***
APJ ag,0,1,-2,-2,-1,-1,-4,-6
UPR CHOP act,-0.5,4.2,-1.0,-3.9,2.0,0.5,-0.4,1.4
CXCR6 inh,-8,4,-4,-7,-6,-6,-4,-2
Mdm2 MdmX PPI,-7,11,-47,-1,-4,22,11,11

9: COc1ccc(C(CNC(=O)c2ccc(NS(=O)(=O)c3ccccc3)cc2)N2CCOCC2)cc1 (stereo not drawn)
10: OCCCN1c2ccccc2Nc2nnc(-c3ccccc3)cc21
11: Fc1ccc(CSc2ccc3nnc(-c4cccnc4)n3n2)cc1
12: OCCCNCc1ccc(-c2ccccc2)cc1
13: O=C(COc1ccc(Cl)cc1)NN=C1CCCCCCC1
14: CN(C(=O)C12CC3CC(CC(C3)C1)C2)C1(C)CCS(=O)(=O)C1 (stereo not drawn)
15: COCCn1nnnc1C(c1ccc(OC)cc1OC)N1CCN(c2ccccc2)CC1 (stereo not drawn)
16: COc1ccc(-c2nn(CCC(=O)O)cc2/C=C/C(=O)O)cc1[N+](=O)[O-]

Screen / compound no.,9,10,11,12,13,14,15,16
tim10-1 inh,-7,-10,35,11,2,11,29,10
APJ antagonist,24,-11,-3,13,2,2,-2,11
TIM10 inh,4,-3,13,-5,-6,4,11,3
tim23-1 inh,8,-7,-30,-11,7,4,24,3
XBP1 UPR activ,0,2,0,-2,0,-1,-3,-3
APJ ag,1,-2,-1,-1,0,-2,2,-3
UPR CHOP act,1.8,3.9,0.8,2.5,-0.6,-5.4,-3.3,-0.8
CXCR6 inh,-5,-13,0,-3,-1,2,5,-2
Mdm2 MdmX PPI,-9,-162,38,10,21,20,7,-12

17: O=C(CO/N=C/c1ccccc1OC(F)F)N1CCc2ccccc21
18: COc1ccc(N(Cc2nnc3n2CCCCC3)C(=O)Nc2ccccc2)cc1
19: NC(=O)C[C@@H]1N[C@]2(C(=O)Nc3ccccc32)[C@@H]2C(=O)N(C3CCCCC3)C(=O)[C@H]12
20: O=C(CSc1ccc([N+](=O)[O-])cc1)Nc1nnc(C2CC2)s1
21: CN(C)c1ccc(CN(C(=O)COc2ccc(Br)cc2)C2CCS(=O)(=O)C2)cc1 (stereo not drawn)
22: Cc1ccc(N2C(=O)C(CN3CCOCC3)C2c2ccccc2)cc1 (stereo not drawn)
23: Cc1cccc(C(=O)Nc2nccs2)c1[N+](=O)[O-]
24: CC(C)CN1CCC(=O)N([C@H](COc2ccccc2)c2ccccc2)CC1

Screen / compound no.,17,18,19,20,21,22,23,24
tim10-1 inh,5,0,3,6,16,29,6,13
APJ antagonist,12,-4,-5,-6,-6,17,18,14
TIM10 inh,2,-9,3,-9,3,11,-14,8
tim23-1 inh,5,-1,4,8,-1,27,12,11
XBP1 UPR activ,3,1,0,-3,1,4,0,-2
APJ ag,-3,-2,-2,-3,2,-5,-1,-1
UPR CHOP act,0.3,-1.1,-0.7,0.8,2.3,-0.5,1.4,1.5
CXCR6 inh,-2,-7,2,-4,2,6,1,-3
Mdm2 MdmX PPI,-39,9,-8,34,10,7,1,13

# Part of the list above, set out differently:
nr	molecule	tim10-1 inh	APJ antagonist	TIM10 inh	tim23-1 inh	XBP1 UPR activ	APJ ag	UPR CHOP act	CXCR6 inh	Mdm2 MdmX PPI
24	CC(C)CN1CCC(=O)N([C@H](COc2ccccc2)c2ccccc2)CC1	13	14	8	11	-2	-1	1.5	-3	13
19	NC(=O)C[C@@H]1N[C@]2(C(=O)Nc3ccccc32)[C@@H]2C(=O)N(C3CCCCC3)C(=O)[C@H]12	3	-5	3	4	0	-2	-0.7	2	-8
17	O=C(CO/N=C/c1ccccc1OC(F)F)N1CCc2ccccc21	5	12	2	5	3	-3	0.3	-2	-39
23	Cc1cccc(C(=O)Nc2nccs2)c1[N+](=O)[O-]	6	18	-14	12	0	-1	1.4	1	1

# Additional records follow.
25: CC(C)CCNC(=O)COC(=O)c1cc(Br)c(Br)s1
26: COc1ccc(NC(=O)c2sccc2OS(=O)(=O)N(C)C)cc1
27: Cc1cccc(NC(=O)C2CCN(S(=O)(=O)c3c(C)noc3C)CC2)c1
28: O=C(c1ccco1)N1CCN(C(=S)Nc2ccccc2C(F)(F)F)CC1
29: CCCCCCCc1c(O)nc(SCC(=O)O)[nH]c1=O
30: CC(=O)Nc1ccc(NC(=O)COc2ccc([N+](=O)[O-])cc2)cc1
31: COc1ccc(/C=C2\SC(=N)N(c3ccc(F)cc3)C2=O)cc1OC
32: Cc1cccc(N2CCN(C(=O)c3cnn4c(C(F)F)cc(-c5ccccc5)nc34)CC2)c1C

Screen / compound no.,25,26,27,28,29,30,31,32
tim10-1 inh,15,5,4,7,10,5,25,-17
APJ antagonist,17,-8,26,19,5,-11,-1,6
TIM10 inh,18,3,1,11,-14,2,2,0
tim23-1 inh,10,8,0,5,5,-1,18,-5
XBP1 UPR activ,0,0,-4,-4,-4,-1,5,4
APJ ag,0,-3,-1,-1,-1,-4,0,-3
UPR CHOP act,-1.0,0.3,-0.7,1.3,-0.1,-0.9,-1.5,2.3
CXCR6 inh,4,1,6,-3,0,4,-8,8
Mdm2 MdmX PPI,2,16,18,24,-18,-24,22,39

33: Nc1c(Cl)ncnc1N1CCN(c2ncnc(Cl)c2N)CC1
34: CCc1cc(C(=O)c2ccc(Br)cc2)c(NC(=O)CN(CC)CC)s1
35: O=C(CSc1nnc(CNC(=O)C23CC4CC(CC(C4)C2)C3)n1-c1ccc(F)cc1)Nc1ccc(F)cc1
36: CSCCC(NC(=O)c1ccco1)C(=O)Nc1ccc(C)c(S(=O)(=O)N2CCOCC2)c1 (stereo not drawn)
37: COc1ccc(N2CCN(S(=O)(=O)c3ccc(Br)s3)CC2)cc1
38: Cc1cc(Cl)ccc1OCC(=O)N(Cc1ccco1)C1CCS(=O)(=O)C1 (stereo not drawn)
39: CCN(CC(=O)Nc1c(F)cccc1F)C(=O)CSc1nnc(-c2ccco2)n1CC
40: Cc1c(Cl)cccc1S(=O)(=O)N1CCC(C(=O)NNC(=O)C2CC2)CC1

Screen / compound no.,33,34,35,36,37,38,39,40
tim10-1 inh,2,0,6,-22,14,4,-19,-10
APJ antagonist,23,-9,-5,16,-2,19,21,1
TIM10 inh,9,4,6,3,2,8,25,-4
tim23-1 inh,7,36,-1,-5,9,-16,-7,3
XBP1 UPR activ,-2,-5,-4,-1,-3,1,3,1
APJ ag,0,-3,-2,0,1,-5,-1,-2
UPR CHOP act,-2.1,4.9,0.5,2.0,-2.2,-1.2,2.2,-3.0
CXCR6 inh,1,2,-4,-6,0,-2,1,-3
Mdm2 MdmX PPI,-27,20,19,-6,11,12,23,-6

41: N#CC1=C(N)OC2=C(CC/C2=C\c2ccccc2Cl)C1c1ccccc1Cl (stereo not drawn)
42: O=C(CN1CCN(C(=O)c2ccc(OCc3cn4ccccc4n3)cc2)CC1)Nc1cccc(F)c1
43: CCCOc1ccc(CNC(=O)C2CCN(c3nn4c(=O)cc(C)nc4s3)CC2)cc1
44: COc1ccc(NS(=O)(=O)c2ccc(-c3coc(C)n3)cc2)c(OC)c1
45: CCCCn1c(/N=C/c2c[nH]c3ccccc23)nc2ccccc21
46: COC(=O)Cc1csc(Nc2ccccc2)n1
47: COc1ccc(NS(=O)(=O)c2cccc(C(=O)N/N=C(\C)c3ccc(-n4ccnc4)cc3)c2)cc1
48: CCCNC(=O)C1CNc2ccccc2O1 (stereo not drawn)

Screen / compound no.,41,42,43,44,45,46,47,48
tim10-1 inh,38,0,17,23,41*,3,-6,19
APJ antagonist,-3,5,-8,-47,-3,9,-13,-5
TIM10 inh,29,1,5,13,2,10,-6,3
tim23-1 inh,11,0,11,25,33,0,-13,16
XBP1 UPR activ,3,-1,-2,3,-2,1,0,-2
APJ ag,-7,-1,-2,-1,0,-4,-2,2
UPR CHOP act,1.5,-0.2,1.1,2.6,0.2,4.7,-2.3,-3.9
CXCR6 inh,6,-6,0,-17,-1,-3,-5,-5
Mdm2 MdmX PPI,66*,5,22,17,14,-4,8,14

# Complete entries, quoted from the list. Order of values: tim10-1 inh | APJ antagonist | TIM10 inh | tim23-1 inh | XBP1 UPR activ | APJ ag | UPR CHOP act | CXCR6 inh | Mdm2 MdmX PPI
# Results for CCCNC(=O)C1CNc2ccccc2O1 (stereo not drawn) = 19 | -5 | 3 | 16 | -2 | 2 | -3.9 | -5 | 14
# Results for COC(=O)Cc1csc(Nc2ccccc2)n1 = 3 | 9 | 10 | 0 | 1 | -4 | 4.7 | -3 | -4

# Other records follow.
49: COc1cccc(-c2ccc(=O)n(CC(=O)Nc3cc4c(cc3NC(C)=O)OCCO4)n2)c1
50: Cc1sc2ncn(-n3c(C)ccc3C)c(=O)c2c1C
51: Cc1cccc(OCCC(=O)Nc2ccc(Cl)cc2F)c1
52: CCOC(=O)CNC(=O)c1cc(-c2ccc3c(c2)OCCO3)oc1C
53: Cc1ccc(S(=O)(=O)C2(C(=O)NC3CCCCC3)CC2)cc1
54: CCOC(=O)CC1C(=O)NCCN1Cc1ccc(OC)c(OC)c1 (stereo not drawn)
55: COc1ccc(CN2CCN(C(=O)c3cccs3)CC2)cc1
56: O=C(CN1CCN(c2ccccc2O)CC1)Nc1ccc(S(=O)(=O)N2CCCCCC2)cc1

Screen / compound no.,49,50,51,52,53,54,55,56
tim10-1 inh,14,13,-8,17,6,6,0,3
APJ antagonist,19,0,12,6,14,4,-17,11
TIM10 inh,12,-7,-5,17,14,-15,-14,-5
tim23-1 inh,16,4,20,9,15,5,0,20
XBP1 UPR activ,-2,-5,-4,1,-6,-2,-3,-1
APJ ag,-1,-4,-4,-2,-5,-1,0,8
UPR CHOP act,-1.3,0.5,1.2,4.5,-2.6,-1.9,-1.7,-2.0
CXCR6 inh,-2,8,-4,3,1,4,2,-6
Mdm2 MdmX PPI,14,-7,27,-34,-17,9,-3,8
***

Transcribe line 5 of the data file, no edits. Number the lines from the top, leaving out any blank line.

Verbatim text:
9: COc1ccc(C(CNC(=O)c2ccc(NS(=O)(=O)c3ccccc3)cc2)N2CCOCC2)cc1 (stereo not drawn)